Media outlets love the notion of being first to hit the planet with a breaking sliver of news on a large canvas of story. Which is why you often see speed at the expense of verification. With the Delhi rape case, many facts were unleashed falsely at the onset, and then corrected on noting errors, but losing the faith of those tuning in. More recent news features get more gruesome and disturbing over time, evoking the notion that perhaps waiting will give you a better return on your time for news intake. Even more recently, Some comments are indeed downright false, like the five fabricated stories after the Boston Marathon bombing. Or how social media correctly identified the wrong suspects – ever wonder how lives change after such an accusation? And while news eaters and nail biters eagerly await to hear developments, the notion that these could be false are not appetizing. So much so that even the FBI publicly condemns these. And the sad thing is, it trickles down to the point of being farcical.

Dirty laundry in public

While everyone is entitled to an opinion, its always more gratifying to see someone take their opinion and take action beyond just phrasing it on twitter or Facebook or making it viral on Reddit. So when prolific personalities condemn rape in India or express sorrow, surely they can add some actionability to their thoughts, even if by words, to empower others. Alternatively I see lots of public bashing and expressions of giving up, or very obvious comments of ignorant hatred. Fiery emotions are obviously immediately evoked, but neither reaction particularly helps a situation. Empathy is definitely needed but only goes so far if there is no subsequent step taken towards improvement.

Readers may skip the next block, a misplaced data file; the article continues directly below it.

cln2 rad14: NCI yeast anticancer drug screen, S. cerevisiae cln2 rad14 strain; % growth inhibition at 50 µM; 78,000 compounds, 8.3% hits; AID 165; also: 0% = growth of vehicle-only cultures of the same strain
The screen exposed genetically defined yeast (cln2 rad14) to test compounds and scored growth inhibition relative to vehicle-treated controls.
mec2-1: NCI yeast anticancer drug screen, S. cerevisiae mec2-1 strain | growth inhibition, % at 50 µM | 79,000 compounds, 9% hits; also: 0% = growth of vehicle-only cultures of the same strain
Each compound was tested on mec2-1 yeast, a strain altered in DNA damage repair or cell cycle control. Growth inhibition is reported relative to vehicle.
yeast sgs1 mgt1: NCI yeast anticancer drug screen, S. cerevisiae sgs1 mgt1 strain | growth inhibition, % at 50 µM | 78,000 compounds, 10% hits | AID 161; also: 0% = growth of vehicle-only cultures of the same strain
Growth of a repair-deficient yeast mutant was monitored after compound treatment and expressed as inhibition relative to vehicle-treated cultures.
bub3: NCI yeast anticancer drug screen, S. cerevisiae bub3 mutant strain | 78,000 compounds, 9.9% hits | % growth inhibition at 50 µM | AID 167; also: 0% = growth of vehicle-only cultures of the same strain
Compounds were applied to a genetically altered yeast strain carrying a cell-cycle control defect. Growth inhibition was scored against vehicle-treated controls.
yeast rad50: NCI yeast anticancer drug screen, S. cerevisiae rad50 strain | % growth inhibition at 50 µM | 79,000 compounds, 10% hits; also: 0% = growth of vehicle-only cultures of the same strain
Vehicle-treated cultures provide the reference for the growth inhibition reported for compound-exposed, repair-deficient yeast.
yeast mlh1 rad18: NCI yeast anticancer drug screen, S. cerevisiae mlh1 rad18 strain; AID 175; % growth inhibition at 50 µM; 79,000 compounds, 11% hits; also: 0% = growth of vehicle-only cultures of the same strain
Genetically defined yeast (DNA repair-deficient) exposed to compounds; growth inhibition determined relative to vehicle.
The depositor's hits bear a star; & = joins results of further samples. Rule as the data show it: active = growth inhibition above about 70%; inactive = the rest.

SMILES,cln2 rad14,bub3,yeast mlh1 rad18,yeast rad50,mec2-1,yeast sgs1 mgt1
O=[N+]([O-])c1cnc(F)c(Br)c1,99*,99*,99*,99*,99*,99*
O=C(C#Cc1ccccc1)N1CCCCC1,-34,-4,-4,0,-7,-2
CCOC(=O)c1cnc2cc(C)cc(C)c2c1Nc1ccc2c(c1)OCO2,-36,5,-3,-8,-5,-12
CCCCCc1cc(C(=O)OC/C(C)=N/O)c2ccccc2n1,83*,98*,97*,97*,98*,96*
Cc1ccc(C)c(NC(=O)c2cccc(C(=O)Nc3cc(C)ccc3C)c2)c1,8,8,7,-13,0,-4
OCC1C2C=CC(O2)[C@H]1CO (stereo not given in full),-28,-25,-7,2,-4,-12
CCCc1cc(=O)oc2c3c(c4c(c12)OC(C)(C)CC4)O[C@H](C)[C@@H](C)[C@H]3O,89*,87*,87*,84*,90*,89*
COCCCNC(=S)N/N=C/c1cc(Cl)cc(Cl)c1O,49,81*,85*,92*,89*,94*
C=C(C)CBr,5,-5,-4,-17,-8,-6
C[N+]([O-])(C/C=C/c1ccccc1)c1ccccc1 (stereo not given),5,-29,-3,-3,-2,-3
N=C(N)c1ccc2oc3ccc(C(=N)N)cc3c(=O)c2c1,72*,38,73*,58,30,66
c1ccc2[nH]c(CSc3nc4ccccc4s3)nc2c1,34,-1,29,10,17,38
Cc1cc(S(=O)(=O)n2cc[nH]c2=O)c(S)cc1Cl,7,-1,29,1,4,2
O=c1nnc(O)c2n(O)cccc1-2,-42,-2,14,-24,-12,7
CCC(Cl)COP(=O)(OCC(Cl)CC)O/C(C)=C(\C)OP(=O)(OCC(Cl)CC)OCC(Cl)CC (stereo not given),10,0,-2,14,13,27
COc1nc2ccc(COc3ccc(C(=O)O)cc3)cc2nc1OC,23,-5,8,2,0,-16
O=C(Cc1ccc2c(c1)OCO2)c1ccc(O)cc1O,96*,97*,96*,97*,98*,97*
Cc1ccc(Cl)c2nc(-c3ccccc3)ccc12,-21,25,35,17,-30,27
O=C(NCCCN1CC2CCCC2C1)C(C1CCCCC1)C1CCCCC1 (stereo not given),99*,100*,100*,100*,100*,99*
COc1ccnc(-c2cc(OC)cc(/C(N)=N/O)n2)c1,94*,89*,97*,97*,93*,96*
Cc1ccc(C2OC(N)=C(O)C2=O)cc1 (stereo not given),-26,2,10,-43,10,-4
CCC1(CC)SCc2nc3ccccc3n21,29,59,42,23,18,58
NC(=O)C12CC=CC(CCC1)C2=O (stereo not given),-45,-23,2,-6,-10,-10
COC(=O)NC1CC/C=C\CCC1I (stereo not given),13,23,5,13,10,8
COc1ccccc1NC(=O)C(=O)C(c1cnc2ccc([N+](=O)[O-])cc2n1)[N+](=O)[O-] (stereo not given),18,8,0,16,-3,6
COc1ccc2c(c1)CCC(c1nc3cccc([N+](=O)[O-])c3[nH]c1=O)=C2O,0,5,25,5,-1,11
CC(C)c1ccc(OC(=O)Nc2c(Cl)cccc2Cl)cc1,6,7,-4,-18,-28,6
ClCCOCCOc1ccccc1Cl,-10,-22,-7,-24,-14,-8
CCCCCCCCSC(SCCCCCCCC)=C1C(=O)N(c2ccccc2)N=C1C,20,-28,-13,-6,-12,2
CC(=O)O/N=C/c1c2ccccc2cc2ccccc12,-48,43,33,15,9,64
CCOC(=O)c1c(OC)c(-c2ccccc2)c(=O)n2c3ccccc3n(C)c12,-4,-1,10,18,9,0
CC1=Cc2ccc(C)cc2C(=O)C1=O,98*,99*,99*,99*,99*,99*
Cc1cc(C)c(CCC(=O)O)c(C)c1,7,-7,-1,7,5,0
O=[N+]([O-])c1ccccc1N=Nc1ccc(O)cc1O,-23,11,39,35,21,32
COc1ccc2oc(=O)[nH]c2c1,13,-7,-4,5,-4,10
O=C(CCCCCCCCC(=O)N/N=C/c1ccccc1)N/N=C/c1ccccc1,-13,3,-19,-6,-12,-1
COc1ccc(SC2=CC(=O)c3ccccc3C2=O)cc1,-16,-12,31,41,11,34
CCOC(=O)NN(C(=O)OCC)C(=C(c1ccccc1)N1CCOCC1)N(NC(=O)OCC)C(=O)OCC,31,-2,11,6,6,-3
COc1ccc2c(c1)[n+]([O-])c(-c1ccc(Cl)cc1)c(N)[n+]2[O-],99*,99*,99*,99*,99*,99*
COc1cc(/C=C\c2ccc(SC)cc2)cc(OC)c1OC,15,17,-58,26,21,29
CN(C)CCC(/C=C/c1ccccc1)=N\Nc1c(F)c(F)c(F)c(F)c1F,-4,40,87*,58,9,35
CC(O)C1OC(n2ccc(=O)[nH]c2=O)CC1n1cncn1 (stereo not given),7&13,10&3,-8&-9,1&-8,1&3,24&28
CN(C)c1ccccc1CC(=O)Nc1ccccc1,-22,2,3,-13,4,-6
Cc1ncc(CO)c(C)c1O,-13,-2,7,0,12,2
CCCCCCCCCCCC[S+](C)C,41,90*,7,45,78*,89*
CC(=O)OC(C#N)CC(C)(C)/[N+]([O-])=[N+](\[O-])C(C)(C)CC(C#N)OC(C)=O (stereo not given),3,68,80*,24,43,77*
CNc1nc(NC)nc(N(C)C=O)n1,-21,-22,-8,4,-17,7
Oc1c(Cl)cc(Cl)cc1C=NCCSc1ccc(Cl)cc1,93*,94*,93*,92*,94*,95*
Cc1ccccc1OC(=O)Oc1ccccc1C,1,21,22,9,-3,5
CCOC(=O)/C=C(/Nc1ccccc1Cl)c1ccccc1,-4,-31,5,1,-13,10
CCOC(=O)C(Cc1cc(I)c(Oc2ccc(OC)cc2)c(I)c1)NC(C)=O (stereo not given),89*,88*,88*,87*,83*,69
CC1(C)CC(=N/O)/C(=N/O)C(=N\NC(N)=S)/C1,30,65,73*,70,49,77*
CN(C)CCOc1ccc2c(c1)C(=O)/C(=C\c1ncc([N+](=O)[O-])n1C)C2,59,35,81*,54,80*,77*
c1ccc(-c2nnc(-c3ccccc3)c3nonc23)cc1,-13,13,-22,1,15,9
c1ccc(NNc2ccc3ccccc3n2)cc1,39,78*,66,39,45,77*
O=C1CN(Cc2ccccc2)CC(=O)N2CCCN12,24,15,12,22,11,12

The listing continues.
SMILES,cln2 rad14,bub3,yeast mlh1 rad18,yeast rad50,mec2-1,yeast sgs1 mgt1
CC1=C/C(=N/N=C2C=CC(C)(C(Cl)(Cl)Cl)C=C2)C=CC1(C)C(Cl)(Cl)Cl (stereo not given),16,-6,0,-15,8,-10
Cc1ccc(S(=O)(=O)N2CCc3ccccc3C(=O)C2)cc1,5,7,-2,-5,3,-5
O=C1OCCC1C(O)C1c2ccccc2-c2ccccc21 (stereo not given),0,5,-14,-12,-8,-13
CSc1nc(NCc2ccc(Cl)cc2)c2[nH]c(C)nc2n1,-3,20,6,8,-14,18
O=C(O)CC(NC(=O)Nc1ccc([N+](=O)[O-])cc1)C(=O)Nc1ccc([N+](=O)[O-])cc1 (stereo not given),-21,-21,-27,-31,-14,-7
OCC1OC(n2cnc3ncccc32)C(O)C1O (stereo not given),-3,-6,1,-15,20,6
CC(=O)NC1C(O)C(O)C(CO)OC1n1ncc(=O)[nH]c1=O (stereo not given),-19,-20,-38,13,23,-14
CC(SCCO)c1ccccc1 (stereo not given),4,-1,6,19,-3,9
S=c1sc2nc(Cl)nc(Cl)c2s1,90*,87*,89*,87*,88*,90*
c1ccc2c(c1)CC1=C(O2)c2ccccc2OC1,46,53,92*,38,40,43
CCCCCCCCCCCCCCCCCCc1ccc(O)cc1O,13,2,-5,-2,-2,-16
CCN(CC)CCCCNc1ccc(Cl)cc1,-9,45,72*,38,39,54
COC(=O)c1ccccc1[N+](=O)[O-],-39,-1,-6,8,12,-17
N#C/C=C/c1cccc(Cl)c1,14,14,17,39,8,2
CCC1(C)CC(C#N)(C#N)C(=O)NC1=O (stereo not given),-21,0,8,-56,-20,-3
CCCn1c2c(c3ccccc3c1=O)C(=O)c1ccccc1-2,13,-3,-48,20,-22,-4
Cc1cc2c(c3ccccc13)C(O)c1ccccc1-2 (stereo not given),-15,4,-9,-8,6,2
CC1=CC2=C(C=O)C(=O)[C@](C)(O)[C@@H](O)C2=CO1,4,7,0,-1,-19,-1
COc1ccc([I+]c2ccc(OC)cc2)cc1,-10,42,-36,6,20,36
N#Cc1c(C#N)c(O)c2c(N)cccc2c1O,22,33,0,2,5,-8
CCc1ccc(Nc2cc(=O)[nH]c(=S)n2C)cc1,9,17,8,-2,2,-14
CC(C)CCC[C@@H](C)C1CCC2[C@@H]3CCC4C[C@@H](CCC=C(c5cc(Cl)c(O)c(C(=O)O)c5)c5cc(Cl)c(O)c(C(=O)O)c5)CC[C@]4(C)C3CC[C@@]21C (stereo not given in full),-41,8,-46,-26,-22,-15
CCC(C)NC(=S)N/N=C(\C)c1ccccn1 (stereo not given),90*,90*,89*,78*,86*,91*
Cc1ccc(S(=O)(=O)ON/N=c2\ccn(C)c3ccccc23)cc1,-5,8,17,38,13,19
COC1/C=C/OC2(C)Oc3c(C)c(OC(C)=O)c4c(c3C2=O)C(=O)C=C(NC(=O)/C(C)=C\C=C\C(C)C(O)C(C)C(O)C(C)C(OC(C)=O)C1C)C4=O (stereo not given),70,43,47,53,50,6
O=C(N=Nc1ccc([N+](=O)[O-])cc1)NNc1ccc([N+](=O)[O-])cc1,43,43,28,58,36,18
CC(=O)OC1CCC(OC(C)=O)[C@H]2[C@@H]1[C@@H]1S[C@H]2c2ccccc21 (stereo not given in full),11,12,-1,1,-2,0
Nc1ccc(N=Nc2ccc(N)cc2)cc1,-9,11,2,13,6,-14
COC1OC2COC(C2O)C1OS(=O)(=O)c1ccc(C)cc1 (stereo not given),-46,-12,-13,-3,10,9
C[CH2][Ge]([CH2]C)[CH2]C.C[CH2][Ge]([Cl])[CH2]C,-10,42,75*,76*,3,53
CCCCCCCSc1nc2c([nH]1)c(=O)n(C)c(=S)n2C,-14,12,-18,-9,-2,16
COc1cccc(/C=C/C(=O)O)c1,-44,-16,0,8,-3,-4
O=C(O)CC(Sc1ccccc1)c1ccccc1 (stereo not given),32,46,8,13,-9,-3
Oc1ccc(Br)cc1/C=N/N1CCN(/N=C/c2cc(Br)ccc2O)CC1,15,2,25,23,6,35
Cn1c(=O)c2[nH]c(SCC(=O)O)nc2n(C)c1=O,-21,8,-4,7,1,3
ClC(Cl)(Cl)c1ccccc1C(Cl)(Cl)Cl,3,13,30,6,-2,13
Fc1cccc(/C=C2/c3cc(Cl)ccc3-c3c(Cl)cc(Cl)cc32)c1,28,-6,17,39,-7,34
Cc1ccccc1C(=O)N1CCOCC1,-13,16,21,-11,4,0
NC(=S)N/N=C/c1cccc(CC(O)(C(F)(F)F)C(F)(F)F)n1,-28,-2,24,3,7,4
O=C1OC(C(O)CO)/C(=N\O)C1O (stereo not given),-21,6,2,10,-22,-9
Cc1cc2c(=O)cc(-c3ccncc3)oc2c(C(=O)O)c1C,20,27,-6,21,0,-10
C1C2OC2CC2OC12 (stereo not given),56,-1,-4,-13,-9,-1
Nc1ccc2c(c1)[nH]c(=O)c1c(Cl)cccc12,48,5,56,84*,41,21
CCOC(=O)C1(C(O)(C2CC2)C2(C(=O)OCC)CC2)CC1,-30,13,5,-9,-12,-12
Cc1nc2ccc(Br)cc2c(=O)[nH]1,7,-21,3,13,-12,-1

@sssourabh

The political aftermath

And obviously everything involves politics. While its hopeful that rape laws in India are being reformed courtesy of the outburst, with a public announcement of 90% suggestions accepted, we must truthfully owe some of this partially to the social media spread of information and sentiment that has echoed globally. The slow speed of this, and the consequential continuance of crime however, is tragic. However, it is also true that political unrest ensues due to the events after the Boston bombing, where religious communities continue to be at edge, with media covering their edged plight on social networks too. Of course, how does it even matter when politics should be about public safety, and not a public debate on the outcome on communities in the population? Not to mention, the inevitable spillover effect on immigration laws. Social continues to play an ironic role in instigating it all.